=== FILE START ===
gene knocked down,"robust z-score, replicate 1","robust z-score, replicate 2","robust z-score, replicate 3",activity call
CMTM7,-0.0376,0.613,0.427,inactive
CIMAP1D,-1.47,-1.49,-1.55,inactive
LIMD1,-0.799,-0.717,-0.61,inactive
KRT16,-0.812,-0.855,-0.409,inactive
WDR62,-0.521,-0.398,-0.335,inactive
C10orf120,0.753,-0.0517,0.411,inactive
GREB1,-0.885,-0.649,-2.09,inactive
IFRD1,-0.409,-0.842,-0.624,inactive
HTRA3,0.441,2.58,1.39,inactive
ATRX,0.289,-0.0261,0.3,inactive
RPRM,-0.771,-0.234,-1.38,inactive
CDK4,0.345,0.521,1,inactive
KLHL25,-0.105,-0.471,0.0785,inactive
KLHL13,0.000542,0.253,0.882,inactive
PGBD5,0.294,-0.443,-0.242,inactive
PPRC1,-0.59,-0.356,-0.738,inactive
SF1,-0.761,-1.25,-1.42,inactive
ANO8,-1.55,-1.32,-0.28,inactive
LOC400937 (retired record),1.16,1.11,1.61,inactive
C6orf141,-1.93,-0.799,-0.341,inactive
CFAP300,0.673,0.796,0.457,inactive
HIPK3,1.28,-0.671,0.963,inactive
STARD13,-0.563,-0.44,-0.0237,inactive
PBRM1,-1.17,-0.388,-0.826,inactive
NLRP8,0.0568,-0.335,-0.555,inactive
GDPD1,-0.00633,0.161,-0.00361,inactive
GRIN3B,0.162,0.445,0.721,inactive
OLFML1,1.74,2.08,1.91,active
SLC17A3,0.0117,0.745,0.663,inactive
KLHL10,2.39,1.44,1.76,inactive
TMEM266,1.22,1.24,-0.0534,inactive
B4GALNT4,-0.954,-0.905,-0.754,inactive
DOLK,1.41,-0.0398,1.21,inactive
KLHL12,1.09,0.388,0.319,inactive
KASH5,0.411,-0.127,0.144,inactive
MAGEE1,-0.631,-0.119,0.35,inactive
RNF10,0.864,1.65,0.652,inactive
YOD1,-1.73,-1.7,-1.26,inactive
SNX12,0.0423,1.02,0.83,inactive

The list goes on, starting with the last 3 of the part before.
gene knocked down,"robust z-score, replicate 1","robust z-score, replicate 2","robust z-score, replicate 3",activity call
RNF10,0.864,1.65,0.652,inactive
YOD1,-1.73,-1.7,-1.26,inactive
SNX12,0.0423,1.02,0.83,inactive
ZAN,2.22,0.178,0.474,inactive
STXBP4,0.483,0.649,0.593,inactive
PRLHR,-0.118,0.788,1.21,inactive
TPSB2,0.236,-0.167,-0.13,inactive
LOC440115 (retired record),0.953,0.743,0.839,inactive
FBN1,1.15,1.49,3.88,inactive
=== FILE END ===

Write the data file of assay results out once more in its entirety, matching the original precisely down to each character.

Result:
gene knocked down,"robust z-score, replicate 1","robust z-score, replicate 2","robust z-score, replicate 3",activity call
CMTM7,-0.0376,0.613,0.427,inactive
CIMAP1D,-1.47,-1.49,-1.55,inactive
LIMD1,-0.799,-0.717,-0.61,inactive
KRT16,-0.812,-0.855,-0.409,inactive
WDR62,-0.521,-0.398,-0.335,inactive
C10orf120,0.753,-0.0517,0.411,inactive
GREB1,-0.885,-0.649,-2.09,inactive
IFRD1,-0.409,-0.842,-0.624,inactive
HTRA3,0.441,2.58,1.39,inactive
ATRX,0.289,-0.0261,0.3,inactive
RPRM,-0.771,-0.234,-1.38,inactive
CDK4,0.345,0.521,1,inactive
KLHL25,-0.105,-0.471,0.0785,inactive
KLHL13,0.000542,0.253,0.882,inactive
PGBD5,0.294,-0.443,-0.242,inactive
PPRC1,-0.59,-0.356,-0.738,inactive
SF1,-0.761,-1.25,-1.42,inactive
ANO8,-1.55,-1.32,-0.28,inactive
LOC400937 (retired record),1.16,1.11,1.61,inactive
C6orf141,-1.93,-0.799,-0.341,inactive
CFAP300,0.673,0.796,0.457,inactive
HIPK3,1.28,-0.671,0.963,inactive
STARD13,-0.563,-0.44,-0.0237,inactive
PBRM1,-1.17,-0.388,-0.826,inactive
NLRP8,0.0568,-0.335,-0.555,inactive
GDPD1,-0.00633,0.161,-0.00361,inactive
GRIN3B,0.162,0.445,0.721,inactive
OLFML1,1.74,2.08,1.91,active
SLC17A3,0.0117,0.745,0.663,inactive
KLHL10,2.39,1.44,1.76,inactive
TMEM266,1.22,1.24,-0.0534,inactive
B4GALNT4,-0.954,-0.905,-0.754,inactive
DOLK,1.41,-0.0398,1.21,inactive
KLHL12,1.09,0.388,0.319,inactive
KASH5,0.411,-0.127,0.144,inactive
MAGEE1,-0.631,-0.119,0.35,inactive
RNF10,0.864,1.65,0.652,inactive
YOD1,-1.73,-1.7,-1.26,inactive
SNX12,0.0423,1.02,0.83,inactive

The list goes on, starting with the last 3 of the part before.
gene knocked down,"robust z-score, replicate 1","robust z-score, replicate 2","robust z-score, replicate 3",activity call
RNF10,0.864,1.65,0.652,inactive
YOD1,-1.73,-1.7,-1.26,inactive
SNX12,0.0423,1.02,0.83,inactive
ZAN,2.22,0.178,0.474,inactive
STXBP4,0.483,0.649,0.593,inactive
PRLHR,-0.118,0.788,1.21,inactive
TPSB2,0.236,-0.167,-0.13,inactive
LOC440115 (retired record),0.953,0.743,0.839,inactive
FBN1,1.15,1.49,3.88,inactive